The healthcare sector is attractive and its long-term growth prospects are strong.
So finds Jean Hynes, senior vice president and portfolio manager at Wellington Management Company in Boston, Massachusetts. She manages the Renaissance Global Health Care Fund.
The three main reasons to consider investing in the space are:
- Changing demographics. People are getting older across the world, which means they’ll need more healthcare products and services, including pharmaceuticals. Read: Don’t take good health for granted
- A rise in emerging markets. As incomes rise in those regions, so too will the use of healthcare services. Already, more pharmaceutical, biopharmaceutical and medical device sales have been recorded in emerging markets, compared to a decade ago. Currently, emerging markets account for between 20% and 30% of the pharmaceutical industry, and 10% to 15% of the medical devices industry. Read: Don’t run away from emerging markets
- Ongoing innovation. New medical devices and medicines are being developed across the globe.
As well, Hynes says two keys themes define the sector: the first is a growing revolution in science due to research progress that was first made in 2000 when scientists sequenced the human genome—a process that was completed in 2002. Still, “it’s taken [them]…more than a decade to take that raw sequence information and [use it to map] molecular pathways that cause diseases.”
And now, “we’re at the cusp of a much greater understanding of how specific genes and proteins are involved in disease pathology.”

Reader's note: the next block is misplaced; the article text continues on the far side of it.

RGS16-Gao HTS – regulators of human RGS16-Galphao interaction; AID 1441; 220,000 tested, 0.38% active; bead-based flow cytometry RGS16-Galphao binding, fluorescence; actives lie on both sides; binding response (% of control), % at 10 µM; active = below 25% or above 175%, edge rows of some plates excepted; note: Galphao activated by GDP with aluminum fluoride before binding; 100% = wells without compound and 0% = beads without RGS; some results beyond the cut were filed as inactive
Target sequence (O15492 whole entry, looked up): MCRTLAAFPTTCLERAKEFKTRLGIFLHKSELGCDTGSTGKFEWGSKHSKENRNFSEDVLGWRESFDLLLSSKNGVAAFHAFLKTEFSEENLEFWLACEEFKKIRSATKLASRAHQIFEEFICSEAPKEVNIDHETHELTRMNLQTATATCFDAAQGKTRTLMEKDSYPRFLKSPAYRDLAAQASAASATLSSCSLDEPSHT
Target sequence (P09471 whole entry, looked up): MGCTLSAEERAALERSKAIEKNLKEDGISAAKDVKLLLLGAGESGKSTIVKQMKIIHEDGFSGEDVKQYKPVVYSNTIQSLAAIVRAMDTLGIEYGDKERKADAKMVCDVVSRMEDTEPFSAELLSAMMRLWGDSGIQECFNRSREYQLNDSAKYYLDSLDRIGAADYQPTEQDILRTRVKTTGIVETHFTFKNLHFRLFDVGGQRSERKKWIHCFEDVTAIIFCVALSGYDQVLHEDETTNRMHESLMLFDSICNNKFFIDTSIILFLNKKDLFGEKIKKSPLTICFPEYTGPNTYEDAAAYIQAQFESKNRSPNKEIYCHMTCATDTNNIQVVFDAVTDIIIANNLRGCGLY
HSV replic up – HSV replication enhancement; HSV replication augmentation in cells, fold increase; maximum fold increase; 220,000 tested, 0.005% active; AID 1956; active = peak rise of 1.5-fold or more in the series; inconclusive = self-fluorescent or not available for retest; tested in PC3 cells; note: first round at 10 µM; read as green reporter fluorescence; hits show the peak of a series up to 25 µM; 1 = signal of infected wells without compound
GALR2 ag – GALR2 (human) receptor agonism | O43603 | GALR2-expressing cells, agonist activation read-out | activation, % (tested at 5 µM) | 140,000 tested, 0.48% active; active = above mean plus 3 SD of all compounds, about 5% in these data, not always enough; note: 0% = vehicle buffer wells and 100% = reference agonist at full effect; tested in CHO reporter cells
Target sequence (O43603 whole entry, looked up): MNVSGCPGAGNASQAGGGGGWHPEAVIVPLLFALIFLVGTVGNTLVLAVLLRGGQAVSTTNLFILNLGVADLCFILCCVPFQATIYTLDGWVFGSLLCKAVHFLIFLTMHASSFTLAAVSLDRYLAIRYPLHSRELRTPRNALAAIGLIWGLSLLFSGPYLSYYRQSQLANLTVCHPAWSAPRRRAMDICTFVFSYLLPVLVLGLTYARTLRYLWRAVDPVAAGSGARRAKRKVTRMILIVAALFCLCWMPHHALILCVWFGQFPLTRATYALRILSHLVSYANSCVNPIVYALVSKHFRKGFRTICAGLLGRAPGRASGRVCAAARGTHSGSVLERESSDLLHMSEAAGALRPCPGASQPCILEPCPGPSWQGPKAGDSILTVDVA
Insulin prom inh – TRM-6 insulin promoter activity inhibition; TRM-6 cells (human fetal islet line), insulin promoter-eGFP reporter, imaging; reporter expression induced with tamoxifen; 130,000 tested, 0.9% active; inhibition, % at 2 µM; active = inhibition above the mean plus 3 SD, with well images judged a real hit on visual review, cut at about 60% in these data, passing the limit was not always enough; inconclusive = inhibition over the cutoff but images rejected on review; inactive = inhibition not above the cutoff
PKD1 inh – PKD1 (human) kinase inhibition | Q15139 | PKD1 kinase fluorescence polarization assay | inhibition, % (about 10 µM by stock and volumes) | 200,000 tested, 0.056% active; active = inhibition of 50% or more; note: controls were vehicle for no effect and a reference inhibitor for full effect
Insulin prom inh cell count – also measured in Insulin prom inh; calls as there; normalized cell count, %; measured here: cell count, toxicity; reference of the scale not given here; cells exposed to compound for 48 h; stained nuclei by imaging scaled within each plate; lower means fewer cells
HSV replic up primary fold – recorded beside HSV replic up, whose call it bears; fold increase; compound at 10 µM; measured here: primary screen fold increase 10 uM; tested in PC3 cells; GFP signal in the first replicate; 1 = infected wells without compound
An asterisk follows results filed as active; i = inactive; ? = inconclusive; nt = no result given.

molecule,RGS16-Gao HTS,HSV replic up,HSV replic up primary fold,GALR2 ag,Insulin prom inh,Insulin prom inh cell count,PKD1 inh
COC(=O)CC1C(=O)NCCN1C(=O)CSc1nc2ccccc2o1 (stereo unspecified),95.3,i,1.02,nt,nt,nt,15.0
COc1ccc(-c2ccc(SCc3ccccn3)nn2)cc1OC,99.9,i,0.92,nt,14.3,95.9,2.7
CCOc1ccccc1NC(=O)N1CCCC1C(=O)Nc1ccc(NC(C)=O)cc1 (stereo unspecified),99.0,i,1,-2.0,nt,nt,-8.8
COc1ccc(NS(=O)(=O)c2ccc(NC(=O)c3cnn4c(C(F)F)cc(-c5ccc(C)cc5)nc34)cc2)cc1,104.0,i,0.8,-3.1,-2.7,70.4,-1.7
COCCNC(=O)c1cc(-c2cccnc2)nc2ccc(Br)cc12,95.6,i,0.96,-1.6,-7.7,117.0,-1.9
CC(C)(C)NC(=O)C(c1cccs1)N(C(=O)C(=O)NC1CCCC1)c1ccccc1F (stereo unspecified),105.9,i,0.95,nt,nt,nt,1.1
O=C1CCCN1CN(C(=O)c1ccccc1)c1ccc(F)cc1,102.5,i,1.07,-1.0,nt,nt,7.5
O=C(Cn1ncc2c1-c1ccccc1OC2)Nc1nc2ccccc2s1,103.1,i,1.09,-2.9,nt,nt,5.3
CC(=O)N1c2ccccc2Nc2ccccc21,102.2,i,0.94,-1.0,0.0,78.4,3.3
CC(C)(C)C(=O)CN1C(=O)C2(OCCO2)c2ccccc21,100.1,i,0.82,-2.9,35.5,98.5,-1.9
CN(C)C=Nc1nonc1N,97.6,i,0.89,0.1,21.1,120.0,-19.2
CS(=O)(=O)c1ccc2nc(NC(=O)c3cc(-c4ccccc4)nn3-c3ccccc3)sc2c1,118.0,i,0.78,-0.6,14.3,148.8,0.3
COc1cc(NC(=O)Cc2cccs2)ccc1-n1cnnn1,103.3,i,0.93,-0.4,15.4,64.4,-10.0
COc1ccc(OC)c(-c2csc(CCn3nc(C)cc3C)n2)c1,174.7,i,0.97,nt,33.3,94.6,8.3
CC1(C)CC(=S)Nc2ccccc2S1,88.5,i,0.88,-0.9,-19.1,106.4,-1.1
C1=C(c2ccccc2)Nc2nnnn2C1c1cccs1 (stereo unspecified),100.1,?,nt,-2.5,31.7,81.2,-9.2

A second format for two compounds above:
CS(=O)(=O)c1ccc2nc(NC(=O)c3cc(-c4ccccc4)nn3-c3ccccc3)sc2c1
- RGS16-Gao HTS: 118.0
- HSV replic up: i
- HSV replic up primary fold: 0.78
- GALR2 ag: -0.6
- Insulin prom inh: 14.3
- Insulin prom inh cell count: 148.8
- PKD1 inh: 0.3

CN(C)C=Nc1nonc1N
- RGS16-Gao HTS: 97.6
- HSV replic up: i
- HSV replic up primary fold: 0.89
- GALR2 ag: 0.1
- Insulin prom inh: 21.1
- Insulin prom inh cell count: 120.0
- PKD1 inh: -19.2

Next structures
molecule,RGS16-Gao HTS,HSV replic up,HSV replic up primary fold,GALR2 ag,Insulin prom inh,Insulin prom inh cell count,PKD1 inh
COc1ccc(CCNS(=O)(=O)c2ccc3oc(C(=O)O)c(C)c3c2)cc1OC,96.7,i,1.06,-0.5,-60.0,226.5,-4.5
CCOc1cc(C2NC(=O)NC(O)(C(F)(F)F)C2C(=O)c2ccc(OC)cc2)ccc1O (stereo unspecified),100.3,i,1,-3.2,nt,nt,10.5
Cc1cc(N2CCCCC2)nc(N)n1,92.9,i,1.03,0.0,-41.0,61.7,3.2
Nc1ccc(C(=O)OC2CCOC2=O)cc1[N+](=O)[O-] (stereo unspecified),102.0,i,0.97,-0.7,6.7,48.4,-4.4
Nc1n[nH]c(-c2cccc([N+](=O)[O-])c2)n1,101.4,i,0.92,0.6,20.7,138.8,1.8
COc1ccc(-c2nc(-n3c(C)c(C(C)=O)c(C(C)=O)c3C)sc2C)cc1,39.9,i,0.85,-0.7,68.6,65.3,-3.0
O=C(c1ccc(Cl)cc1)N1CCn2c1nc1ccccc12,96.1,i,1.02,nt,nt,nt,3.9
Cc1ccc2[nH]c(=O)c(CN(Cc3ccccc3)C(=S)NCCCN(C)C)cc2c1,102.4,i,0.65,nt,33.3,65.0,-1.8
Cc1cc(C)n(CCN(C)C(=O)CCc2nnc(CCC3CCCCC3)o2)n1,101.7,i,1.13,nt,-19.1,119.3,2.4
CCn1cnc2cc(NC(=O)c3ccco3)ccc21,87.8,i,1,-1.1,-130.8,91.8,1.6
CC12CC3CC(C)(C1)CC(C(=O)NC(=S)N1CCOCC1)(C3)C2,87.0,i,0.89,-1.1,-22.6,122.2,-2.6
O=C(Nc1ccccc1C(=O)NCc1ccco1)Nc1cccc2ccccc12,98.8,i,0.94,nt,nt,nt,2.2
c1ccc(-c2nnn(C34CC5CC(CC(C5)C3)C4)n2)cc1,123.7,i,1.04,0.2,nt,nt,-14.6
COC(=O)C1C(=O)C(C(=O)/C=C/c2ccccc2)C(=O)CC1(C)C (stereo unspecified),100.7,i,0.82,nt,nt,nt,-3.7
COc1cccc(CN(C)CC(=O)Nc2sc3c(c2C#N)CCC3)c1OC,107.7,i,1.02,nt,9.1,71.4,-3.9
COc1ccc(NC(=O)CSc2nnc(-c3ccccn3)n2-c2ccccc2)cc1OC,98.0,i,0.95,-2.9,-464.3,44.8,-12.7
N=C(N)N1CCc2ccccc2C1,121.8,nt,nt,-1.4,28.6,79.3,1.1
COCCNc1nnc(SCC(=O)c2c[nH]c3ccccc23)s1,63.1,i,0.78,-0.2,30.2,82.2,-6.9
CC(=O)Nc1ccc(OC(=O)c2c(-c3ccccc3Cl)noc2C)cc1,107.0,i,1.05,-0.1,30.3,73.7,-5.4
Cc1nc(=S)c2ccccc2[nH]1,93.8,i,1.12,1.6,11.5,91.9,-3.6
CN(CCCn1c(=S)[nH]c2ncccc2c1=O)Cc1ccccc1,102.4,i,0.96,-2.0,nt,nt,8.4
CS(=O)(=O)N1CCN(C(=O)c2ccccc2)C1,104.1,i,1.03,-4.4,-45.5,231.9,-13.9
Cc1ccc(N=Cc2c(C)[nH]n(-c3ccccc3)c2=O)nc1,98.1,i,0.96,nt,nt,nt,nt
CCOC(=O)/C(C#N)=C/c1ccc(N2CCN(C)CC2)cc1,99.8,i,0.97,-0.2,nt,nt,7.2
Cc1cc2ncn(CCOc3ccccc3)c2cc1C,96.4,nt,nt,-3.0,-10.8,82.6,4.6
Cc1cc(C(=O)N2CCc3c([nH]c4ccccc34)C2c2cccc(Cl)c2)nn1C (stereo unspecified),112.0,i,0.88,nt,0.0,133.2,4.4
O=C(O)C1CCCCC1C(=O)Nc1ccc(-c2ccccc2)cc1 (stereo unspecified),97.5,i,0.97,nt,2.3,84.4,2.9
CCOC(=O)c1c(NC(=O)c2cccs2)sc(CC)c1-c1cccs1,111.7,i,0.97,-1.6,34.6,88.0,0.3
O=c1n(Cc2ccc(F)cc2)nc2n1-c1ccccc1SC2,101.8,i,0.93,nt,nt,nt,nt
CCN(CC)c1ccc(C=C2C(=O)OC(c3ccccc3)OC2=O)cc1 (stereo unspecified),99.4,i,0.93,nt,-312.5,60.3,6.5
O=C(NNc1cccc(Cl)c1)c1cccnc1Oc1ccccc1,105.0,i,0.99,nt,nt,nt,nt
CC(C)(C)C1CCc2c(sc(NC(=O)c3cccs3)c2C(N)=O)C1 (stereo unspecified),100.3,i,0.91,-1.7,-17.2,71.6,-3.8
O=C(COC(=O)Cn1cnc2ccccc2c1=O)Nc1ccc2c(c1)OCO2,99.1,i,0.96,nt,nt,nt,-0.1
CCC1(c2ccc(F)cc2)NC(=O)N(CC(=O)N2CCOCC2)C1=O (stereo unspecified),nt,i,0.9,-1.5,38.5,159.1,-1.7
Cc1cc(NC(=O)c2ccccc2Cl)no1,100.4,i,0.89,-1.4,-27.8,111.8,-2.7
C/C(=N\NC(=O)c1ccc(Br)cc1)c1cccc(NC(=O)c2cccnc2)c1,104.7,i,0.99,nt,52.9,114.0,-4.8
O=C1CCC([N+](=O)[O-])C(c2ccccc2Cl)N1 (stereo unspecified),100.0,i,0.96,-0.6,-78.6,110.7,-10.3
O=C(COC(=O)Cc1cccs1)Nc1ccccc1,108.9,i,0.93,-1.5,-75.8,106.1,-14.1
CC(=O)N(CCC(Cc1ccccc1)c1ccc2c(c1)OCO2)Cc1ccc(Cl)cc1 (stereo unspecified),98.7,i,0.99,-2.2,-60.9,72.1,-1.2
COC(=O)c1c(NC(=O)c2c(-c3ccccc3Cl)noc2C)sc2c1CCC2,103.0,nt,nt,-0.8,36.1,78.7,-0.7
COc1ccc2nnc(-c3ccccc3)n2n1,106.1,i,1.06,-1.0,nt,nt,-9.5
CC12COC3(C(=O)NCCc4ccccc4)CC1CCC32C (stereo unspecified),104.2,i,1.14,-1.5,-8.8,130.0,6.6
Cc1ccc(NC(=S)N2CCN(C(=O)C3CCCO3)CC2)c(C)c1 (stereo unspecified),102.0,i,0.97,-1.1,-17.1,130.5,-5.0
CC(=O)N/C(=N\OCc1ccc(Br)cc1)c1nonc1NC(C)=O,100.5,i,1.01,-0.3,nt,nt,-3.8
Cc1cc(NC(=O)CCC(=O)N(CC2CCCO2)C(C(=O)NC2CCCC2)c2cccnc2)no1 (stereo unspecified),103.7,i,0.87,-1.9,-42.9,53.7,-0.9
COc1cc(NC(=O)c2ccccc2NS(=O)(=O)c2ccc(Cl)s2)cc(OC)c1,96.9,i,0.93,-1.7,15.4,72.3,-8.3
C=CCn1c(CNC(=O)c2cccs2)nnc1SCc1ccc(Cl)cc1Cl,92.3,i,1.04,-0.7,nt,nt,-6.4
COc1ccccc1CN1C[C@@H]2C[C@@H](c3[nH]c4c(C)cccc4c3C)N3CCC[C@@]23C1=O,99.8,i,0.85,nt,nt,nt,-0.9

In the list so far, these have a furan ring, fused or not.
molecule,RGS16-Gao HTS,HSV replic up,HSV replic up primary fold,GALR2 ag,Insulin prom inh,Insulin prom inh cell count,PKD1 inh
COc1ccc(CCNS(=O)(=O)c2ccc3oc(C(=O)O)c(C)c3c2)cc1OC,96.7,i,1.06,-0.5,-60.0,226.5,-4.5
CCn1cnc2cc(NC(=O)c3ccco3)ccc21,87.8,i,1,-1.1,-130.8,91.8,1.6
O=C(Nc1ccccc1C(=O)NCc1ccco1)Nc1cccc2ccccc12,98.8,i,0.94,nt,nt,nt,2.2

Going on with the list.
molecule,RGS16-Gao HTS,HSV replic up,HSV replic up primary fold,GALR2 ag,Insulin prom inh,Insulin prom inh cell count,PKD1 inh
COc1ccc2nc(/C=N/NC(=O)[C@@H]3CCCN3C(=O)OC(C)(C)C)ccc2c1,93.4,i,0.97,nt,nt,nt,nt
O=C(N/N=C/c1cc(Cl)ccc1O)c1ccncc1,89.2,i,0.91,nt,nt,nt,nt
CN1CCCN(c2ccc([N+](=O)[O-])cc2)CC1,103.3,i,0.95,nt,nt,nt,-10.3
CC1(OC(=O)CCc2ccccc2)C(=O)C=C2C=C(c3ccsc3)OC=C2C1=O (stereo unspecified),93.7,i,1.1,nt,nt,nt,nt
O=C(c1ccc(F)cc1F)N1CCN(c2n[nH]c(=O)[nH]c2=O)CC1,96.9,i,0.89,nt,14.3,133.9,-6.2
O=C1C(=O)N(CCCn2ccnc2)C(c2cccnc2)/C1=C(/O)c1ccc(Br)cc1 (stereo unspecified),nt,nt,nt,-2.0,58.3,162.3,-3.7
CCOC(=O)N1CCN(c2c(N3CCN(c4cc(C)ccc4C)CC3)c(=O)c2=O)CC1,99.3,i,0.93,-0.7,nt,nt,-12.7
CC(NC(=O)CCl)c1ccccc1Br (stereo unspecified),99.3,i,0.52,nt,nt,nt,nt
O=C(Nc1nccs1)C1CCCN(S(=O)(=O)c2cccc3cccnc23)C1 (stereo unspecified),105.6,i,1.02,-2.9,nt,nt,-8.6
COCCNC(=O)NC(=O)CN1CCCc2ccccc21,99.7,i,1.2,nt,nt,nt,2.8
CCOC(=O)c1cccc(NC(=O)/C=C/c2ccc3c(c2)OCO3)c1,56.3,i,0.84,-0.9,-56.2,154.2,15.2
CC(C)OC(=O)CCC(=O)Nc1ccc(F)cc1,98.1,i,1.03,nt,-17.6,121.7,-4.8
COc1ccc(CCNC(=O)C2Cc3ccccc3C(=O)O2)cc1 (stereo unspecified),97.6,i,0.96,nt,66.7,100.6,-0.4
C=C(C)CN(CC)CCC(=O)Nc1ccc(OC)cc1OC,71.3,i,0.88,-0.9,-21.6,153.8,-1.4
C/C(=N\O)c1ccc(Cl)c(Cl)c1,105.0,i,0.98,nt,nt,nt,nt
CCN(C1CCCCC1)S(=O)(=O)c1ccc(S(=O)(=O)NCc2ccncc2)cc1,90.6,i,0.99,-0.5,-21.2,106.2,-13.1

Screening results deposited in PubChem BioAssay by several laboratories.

As a result, the healthcare sector’s done well over the past few years. “The good news about the current pharmaceutical cycle is clinical data is perhaps better than would have been expected [at this point],” says Hynes. “So the prospects of being reimbursed and approved around the world are much higher than investors expected one or two years ago.”
Further, the delivery of medicine is changing in the U.S. healthcare market due to the Affordable Care Act introduced four years ago. That Act is a coverage bill but it’s also impacting payment models, notes Hynes, who adds, “The U.S. market [is] changing incentive models for how physicians and hospitals will be paid in the future. That will lead to a lot more transparency and volatility in the sector.”
That’s positive news, she adds. “[It’s] a really good environment for companies that are going to be involved in lowering costs. The benefit from increased transparency will [result in] a lot of opportunities for…healthcare managers to pick [market] winners.”
But be cautious, since there will also be losers. They may include companies that rely on relationships with physicians to sell products.